Although Mexico was the first Latin American nation to begin administering vaccinations, the rate is low at 3.14% among its 129.9 million people.

On Sunday, Mexico reported 639 deaths after a record 1,803 on Jan. 21. Cases were 6,104 after the record 22,339 on Jan. 21.

In South America, four nations are in the top 15 for most deaths. Besides Brazil, Colombia is in 12th with 61,143, Argentina in 13th with 53,670 and Peru in 15th with 49,003. Chile is 23rd with 21,674 deaths but its vaccination rate for the nation is 34.29%, or 6.5 million, slightly ahead of the United States at 34.29% and best in South America.

In all, the death toll is 498,085 and 19,279,063 cases on the continent.

Brazil, where a more contagious variant emerged, reported a record 2,349 deaths Wednesday with 1,111 added Sunday. Cases reported were 44,120 Sunday after 84,047 Friday and a record 87,134 on Jan. 7. Brazil has overtaken India for the second-most cases at 11.48 million.

The nation accounts for about 10% of total fatalities and cases with its vaccination rate 6.13%, while the hospital system has been overwhelmed.

On Wednesday, Brazil's former president Luiz Inacio Lula da Silva criticized current leader Jair Bolsonaro.

Advertisement

"I'm going to get my vaccine and I want to [declare] to the Brazilian people: Don't follow any stupid decision by the president or the health minister. Get a vaccine. [Do it] because the vaccine is one of the things that can get you out of COVID. But don't think you can get the vaccine and already take your shirt off, go to the bar, order a cold beer and talk. No!"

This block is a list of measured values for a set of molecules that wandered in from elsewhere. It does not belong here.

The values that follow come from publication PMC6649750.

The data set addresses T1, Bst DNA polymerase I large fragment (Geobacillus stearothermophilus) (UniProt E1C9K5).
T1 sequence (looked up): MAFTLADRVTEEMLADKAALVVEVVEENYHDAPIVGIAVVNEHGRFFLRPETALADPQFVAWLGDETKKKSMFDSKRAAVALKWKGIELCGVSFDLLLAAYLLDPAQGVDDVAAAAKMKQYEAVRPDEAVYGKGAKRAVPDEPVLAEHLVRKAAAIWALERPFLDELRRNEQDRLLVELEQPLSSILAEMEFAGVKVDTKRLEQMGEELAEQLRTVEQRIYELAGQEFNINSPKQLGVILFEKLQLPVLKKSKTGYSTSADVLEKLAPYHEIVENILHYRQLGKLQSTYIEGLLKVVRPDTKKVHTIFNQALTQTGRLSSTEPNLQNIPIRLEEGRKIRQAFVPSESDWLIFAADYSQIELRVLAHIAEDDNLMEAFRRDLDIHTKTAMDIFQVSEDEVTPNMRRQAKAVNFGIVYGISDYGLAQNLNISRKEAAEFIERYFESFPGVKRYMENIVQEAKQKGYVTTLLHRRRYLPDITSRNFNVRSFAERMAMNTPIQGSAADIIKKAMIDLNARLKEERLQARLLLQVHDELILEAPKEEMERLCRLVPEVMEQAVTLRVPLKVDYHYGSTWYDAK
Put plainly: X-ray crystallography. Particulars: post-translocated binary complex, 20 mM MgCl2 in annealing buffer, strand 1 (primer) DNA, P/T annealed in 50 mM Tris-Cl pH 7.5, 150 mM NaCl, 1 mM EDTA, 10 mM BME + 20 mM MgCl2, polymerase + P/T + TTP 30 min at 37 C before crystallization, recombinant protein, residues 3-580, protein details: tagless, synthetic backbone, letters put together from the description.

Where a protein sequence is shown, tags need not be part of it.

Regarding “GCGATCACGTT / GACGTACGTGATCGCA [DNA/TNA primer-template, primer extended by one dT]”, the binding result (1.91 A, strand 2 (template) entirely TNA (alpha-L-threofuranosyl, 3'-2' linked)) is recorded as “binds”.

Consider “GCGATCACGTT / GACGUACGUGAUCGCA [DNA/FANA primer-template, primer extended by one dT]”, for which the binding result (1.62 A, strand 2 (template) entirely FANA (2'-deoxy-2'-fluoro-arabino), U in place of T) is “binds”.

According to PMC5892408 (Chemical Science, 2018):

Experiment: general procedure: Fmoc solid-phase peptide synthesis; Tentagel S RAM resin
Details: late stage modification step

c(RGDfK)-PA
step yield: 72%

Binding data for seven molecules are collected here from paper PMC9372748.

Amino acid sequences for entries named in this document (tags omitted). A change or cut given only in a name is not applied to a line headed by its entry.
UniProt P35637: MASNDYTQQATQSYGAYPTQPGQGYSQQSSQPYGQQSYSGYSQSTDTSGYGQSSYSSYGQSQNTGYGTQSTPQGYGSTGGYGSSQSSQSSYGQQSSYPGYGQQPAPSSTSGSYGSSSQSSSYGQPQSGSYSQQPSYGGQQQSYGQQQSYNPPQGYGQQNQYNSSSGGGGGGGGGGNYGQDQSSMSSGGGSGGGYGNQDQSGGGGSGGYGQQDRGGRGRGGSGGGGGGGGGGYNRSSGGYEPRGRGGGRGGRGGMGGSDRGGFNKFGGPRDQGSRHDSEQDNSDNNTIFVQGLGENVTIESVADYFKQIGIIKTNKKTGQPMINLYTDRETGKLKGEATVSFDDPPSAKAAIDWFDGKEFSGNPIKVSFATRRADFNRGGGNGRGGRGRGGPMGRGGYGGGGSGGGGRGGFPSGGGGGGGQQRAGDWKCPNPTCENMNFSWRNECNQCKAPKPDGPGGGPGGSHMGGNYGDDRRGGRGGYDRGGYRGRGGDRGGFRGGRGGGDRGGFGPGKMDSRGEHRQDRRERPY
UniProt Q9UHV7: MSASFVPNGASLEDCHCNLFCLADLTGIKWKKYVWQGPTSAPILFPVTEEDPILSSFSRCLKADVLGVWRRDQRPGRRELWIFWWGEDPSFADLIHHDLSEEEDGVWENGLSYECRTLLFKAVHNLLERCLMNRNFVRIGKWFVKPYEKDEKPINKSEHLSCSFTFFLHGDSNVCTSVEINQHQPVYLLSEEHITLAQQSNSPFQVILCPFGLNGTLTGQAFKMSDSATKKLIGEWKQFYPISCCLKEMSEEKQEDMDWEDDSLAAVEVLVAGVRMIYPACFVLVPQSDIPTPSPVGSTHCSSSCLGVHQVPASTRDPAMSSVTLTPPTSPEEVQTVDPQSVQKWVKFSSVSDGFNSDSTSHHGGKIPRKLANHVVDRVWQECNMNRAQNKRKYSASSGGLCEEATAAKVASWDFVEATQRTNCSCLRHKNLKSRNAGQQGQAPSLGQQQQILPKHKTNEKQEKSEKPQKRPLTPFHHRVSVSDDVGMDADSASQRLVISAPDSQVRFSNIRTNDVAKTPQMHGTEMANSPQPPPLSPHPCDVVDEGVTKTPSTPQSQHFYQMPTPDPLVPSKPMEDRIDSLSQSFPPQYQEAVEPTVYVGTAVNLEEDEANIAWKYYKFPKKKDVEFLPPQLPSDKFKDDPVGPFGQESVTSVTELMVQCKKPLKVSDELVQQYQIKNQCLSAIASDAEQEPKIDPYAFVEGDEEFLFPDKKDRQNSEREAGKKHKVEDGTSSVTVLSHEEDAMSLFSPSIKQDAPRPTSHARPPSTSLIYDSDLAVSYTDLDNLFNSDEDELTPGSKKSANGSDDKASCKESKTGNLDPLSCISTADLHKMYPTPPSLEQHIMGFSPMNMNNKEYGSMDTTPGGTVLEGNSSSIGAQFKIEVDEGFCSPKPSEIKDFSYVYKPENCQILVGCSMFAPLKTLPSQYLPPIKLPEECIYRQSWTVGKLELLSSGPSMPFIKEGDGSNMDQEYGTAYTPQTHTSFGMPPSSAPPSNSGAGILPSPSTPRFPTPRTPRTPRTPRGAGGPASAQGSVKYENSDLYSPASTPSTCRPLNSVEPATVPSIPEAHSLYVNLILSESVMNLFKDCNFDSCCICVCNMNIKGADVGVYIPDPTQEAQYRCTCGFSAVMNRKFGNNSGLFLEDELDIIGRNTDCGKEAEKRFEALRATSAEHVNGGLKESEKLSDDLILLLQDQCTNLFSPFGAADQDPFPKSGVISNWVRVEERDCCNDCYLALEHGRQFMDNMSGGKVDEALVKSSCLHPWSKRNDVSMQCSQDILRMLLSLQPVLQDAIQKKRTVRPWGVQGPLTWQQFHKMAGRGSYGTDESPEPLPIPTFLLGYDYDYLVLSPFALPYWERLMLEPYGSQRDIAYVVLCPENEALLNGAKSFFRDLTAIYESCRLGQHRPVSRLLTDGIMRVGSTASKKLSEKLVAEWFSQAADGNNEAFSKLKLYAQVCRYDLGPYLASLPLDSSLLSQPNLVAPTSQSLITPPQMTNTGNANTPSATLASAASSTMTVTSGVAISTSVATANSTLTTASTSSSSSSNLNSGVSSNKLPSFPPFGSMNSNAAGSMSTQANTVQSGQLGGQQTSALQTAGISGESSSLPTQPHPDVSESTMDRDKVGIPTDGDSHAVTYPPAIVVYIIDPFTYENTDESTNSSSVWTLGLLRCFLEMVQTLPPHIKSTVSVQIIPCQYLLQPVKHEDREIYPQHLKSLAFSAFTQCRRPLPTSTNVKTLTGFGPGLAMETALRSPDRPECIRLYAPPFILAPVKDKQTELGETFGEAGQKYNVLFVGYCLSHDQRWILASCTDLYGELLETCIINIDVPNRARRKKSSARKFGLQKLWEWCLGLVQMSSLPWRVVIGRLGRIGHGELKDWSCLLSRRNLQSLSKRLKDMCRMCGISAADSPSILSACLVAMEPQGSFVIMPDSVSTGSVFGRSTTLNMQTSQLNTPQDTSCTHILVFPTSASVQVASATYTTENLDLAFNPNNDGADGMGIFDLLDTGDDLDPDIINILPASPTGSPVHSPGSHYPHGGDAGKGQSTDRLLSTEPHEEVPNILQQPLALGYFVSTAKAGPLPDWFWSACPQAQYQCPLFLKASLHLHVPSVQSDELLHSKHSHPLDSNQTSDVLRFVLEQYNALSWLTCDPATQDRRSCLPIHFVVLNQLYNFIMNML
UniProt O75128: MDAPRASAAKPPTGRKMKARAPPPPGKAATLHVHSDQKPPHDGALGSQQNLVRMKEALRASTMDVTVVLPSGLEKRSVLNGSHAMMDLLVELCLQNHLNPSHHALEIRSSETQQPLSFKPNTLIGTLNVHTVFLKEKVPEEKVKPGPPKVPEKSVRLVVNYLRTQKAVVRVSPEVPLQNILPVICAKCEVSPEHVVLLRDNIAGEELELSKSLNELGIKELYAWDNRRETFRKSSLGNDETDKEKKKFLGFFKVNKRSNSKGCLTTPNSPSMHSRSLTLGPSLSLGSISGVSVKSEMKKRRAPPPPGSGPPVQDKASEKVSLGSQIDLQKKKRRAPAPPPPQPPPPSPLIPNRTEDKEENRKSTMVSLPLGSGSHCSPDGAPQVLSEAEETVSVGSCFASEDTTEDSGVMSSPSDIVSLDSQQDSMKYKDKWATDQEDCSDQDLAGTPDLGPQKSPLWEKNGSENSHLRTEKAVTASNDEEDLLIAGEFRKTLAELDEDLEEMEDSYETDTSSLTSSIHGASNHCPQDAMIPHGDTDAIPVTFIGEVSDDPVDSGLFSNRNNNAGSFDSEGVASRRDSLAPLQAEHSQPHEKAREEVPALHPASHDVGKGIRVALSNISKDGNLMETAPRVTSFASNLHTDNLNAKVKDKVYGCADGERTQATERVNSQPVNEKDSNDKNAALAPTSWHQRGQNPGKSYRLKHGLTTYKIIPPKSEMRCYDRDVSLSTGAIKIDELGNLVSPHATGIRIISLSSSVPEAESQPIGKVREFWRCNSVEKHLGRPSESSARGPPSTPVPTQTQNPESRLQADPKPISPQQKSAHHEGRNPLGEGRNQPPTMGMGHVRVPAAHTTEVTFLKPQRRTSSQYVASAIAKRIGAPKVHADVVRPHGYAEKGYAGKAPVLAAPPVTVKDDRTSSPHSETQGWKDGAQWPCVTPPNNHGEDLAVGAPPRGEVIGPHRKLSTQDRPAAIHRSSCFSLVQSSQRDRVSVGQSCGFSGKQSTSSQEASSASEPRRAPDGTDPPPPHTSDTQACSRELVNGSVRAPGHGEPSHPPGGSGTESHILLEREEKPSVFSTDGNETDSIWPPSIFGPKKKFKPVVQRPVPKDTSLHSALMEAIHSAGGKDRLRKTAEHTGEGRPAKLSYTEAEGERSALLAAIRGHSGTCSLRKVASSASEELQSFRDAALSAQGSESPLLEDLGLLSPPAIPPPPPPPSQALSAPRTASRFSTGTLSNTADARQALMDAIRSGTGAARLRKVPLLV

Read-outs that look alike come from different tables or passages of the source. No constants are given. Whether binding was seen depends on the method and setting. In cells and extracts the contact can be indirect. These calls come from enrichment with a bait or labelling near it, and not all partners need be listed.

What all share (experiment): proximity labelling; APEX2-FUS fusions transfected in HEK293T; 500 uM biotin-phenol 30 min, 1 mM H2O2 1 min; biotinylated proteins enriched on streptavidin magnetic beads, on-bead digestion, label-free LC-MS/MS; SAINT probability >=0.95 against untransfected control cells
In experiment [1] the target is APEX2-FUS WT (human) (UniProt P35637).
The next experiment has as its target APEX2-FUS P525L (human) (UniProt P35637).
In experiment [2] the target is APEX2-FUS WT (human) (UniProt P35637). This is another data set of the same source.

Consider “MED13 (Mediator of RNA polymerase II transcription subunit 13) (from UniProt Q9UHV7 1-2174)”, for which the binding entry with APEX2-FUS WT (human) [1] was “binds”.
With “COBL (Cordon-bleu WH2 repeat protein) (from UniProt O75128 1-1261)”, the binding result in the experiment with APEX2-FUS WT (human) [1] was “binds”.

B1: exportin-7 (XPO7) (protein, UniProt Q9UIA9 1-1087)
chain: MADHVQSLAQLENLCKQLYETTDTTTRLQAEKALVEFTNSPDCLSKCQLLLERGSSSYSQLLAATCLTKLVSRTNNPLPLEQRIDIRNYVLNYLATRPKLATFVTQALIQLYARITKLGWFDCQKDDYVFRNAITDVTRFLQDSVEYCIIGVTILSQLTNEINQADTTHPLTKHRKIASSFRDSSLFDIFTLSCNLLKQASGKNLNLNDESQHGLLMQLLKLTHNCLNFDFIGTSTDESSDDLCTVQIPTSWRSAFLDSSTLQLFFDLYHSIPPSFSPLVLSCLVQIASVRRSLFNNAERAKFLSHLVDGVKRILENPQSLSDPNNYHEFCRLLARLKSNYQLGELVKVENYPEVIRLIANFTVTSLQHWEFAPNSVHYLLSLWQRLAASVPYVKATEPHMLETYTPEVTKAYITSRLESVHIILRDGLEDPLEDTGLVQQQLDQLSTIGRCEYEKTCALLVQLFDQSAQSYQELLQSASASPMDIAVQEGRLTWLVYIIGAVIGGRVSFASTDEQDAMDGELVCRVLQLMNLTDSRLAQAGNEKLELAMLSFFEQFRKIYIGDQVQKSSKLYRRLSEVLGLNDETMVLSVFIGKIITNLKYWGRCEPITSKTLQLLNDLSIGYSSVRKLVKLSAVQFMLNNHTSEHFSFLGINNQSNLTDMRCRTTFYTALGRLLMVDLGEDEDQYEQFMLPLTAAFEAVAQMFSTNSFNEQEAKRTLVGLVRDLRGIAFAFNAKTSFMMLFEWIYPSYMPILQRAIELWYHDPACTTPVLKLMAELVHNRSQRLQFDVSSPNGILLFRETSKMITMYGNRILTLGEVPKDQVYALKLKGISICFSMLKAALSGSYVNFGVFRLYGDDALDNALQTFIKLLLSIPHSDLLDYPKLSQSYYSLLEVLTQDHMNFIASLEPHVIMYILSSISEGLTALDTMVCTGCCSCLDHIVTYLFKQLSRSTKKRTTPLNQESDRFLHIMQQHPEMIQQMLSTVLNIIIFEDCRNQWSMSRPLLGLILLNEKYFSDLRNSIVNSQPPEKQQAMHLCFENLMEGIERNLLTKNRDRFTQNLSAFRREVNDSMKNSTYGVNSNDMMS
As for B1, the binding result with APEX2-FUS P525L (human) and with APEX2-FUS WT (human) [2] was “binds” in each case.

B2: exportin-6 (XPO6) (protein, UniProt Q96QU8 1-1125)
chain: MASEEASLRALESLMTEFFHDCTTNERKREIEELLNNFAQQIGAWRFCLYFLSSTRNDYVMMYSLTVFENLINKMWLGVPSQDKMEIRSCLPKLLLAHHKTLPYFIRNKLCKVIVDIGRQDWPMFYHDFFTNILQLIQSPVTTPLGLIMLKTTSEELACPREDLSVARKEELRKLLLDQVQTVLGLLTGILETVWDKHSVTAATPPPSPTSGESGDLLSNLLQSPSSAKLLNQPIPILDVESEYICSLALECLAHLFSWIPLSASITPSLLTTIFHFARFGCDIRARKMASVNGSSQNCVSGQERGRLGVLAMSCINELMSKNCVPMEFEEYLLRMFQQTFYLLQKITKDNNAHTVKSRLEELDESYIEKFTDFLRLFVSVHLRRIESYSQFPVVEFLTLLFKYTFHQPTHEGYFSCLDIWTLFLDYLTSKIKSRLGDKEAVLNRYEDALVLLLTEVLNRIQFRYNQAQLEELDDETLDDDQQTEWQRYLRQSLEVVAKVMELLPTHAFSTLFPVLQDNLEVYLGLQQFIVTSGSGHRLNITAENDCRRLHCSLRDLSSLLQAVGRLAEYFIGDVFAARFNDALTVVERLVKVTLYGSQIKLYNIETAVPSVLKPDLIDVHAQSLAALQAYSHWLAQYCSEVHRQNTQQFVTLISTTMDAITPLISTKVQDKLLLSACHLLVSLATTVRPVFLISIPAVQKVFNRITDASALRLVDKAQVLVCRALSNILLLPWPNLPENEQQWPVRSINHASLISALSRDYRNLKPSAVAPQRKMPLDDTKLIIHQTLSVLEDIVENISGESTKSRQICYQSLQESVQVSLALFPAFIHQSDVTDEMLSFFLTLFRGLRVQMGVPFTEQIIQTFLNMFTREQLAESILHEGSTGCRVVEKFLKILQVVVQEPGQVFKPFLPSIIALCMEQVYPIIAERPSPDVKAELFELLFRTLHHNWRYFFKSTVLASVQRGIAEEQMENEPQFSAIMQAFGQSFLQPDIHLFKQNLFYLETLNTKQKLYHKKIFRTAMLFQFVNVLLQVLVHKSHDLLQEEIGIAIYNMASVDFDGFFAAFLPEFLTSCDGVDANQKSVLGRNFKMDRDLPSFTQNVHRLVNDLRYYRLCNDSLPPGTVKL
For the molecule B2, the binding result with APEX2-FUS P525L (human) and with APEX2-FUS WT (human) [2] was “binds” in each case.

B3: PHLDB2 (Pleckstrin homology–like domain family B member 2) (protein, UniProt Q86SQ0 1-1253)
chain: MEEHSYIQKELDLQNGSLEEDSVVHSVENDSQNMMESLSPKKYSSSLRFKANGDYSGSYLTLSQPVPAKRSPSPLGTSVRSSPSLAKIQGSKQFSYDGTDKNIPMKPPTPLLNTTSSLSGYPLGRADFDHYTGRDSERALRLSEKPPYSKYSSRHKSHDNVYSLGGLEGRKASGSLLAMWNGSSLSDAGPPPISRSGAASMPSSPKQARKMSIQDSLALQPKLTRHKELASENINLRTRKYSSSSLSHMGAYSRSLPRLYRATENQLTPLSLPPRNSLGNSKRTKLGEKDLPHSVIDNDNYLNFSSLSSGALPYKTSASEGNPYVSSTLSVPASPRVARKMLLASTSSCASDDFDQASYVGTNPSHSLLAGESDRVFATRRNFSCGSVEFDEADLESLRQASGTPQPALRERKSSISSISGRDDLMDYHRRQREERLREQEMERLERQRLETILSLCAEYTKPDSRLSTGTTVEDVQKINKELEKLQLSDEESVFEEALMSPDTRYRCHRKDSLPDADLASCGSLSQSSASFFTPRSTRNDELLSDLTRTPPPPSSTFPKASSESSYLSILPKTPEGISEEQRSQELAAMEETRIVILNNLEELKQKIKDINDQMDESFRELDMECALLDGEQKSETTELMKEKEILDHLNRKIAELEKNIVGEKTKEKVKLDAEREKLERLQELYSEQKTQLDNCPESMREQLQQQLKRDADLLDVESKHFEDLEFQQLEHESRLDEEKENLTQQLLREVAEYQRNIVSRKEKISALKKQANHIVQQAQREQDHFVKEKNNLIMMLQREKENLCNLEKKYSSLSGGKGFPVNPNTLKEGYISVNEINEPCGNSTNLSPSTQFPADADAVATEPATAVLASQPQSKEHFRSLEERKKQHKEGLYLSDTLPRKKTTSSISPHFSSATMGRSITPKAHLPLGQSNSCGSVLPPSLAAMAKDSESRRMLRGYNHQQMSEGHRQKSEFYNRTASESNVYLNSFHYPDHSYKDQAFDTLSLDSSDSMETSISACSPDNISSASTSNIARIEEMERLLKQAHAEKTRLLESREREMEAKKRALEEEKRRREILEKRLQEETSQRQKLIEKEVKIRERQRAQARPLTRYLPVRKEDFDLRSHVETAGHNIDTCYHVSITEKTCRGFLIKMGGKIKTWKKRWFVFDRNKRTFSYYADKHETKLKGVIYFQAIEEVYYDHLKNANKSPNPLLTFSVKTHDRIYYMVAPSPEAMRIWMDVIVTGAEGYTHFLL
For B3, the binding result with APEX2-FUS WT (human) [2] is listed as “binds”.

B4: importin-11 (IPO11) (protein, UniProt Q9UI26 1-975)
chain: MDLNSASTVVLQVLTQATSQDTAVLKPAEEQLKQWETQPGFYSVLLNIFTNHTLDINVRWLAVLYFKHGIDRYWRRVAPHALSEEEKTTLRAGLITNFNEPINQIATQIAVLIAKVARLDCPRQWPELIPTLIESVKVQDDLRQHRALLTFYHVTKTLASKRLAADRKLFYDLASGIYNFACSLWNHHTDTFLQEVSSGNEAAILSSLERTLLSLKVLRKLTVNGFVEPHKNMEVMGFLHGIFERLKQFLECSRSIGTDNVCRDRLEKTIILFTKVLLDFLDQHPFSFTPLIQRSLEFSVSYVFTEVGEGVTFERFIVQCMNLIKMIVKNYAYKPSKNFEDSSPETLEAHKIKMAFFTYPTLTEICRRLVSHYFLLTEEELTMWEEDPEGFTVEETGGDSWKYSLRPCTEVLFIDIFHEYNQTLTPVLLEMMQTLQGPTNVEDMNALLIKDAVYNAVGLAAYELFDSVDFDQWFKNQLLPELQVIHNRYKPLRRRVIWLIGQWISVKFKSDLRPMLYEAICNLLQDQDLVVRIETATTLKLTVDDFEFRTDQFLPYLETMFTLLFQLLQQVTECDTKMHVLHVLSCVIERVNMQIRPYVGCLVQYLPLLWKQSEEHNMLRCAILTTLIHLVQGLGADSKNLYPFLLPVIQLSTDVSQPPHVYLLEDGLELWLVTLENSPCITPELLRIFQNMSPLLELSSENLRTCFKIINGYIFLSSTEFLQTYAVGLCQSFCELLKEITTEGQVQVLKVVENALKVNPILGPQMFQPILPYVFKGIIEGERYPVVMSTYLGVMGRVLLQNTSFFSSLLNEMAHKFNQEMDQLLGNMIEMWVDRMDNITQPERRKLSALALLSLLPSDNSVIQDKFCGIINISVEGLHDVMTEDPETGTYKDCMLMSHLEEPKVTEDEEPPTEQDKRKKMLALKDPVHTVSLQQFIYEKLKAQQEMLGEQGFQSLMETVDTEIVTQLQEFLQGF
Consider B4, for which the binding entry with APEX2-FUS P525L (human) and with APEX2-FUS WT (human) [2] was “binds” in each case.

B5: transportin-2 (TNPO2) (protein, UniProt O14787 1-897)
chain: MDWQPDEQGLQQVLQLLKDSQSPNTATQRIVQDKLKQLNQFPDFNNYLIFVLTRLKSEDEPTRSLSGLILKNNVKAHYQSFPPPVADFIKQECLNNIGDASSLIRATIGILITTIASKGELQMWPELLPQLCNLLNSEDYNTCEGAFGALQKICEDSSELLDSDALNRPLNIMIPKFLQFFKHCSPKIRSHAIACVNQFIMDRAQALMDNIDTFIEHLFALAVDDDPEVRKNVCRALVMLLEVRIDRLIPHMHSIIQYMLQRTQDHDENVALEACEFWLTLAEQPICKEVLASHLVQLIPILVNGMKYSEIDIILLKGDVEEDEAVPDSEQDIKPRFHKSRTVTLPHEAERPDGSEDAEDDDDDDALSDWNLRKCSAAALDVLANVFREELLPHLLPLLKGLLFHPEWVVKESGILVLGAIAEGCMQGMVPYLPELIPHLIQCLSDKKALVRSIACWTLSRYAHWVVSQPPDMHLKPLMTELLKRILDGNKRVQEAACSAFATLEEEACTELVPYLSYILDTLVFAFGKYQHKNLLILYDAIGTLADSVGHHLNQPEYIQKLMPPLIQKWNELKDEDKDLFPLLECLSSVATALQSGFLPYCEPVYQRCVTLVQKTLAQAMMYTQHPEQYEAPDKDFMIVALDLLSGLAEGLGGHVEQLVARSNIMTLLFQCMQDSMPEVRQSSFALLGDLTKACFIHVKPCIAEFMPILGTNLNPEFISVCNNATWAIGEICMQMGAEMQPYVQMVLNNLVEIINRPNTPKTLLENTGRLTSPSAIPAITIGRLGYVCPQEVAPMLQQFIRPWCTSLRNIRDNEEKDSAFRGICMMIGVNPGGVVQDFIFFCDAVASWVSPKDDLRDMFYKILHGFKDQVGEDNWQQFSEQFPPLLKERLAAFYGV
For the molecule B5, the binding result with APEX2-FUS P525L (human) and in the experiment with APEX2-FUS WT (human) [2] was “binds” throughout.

In Europe, six nations are in the top 10 for most deaths. Britain is fifth with 125,516, Italy is sixth with 102,145, Russia seventh with 92,090, France eighth with 90,429, Germany ninth with 73,959 and Spain 10th with 72,258. Also, Poland is 16th with 47,178.

The continent is No. 1 in deaths at 856,222 and cases at 36,269,575.

The vaccination rates are 37.65 per 100 in Britain, which fifth in the world, 10.81 in Italy, 5.11 in Russia, 10.89 in France and 11.51 in Spain.

Coronavirus has been slowing in Britain from a death peak of 1,823 to 52 on Sunday, the lowest since 50 on Oct. 12, after 121 Saturday. Cases reached a peak of 68,053 but were 4,618 Sunday. The deaths dropped to 82 one Sunday ago, the first time it was under 100 since October then 65 Monday.